The Journal Of Antiquities

Ancient Sites In Great Britain & Southern Ireland

St Mary’s Well, Clitheroe, Ribble Valley, Lancashire

St Mary’s Well, Clitheroe, Lancashire.

St Mary’s Well seen from the other side.

NGR:- SD 74503 42170.  On Well Terrace, Clitheroe, in Lancashire, stands a rectangular-shaped, walled stone structure locally known as St Mary’s Well. It is to be found just around the corner at the far end of Church Brow, close to a bus shelter, and downhill from St Mary Magdalene’s Church.  There are, in fact, three wells in the Ribble Valley town of Clitheroe: St Mary’s, Hield Well and Stocks Well, though they are not used today and have not been since the mid 19th century when water started to flow through pipes, but before that, though, these wells would have supplied water to various parts of the town. St Mary’s Well is obviously the ‘church well’ taking its name from St Mary Magdalene, but, whether it was ever a holy well is not known, though it could have been originally. The well could date back to Medieval times which makes it the oldest of the three wells. St Mary Magdalene’s Church dates from the 1820s; the church there before that was 15th century, but, there is likely to have been a Norman church as far back as the early 12th century, so perhaps the well dates from around that time?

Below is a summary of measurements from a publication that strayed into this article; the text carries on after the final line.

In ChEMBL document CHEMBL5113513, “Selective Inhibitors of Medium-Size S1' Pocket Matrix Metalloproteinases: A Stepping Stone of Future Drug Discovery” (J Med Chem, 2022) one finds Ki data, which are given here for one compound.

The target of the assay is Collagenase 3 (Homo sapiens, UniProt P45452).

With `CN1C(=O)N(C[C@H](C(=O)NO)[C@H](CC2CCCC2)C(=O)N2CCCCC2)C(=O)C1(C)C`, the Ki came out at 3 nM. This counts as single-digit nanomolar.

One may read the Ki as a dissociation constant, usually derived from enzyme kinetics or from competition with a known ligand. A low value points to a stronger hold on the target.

St Mary’s Well interior.

St Mary’s Well interior

The rectangular well structure is surrounded by a wall that looks quite old and some of the coping stones are well-worn. There are two entrances opposite each other with well-trodden steps that lead down into the inner part of the well which has a raised, flag-ged bed or gangway that has a water channel running across and, opposite that, a lower, flagged area (pool) for water, and, in the centre a large square-shaped stone. But what was the stone used for; was it for someone to sit on or maybe wash clothes on? Beside one of the entrances is a small, shaped stoop stone. There is a rusty iron hole sort of thing which the water obviously flowed through, but it looks as though there has not been any water in this well for a long time. On the side of the wall there is a brass plaque which says: THIS WELL WAS ORIGINALLY ONE OF THE THREE PUBLIC WELLS  WHICH FORMED THE WATER SUPPLY OF THE BOROUGH UNTIL THE ESTABLISHMENT OF THE WATERWORKS ON GRINDLETON FELL UNDER THE WATERWORKS ACT OF 1854 – Soroptimist International 1992. The well is a Grade II listed building.

Even today people from the local area and beyond, you might call them modern-day pilgrims, still come to visit St Mary’s Well and maybe look over the wall into the well and try to imagine what it looked like when the pool had water in it, and was in use.

Sources / References & Related Websites:-

More local info here:,_Clitheroe

Copyright © Ray Spencer, The Journal of Antiquities, 2021.

Author: sunbright57

I am interested in holy wells, standing stones and ancient crosses; also anything old, prehistoric, or unusual.

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